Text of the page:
A compelling argument can be made for Donald Glover as the hardest working man in entertainment today. He's a co-star on 71 episodes of NBC's cult favorite comedy Community, a touring stand-up comic, a television writer and an accomplished MC/producer as Childish Gambino. And, according to the New York Post last Friday, Glover can now add “black actor” to his impressive résumé as he shoots scenes for season two of HBO's hipster hit Girls.
Only in the Post's newsroom can Glover have a less influential name than relative newcomer Lena Dunham, the Girls creator and star. By writing “Dunham films with black actor” as a “quick fix” to the Brooklyn-based show's lack of ethnic diversity, the Post offers its customary condescending view that is remarkably out of touch with the entertainment landscape.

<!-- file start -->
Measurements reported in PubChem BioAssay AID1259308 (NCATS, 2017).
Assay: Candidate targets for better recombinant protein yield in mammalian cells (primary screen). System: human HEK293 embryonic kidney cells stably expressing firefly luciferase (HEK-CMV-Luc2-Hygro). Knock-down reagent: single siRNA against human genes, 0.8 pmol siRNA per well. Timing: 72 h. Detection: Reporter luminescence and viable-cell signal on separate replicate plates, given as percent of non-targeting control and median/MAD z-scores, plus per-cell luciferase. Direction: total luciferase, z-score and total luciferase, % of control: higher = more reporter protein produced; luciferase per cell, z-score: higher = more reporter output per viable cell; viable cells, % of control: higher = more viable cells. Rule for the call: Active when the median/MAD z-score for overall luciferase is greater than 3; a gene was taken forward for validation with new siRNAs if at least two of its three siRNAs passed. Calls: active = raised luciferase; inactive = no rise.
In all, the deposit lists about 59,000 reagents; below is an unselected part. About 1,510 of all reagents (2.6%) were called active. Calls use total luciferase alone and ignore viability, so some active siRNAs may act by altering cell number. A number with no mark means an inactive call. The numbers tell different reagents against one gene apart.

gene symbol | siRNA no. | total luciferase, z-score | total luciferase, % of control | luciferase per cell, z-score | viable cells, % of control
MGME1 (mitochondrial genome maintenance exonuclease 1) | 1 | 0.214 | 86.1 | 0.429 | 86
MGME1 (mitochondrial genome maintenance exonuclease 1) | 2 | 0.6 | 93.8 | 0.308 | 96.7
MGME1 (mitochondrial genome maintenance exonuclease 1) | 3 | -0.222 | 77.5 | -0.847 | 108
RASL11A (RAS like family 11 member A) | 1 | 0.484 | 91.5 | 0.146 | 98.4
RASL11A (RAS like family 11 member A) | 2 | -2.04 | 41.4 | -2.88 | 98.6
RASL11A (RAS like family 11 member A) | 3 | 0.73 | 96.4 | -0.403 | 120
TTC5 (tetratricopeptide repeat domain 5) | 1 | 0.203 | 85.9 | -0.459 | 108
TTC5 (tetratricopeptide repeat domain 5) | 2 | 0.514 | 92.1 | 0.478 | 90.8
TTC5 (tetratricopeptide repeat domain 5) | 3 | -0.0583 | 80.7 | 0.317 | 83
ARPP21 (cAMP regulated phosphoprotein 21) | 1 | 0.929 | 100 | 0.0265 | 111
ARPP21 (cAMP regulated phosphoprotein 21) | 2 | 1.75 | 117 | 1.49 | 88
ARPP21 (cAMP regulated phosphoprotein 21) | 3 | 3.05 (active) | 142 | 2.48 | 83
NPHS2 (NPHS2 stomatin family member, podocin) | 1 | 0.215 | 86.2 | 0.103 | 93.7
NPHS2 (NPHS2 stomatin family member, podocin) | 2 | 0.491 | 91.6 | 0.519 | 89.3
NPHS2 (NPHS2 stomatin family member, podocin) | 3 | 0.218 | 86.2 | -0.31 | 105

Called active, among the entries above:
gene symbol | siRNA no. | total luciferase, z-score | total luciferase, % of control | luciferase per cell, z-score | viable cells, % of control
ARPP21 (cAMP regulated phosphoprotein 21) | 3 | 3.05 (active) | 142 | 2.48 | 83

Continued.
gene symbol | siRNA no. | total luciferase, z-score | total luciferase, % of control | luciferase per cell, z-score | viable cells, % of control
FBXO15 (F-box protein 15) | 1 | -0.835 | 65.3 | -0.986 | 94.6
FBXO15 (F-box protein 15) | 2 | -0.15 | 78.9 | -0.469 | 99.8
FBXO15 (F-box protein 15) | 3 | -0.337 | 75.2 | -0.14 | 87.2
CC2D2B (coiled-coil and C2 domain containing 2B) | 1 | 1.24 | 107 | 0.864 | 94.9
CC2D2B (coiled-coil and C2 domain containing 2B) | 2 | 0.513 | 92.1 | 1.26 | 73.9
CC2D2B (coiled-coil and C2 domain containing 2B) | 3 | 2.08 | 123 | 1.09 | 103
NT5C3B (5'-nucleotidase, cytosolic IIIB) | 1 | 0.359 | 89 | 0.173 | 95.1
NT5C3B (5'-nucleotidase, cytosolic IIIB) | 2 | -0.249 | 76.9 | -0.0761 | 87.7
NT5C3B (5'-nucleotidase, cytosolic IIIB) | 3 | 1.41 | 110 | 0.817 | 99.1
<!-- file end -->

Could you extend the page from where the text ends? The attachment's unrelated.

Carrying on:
If Twitter followers are a viable unit of measure to quantify fame, then the 633,000+ people paying attention to Donald Glover are well aware that he's more than just a “black actor.” Compare Glover's numbers against Dunham's 116,000 followers and the Post's decision to leave Glover nameless becomes even more irresponsible.
Then again, this is the same tabloid that published Phil Mushnick's racially charged tirade against the Brooklyn Nets last month because Jay-Z selected black uniforms, and also suggested that a murdered chimpanzee was President Barack Obama in a 2009 political cartoon.
Glover will join a world centered on Dunham and her three friends as they try to survive in New York City while balancing their jobs, sexual identities, and relationships. The goal now is to hope that the “black actor” is more than the “black friend,” or worse–something like Blair Underwood as Miranda's secret lover in S-x and the City.
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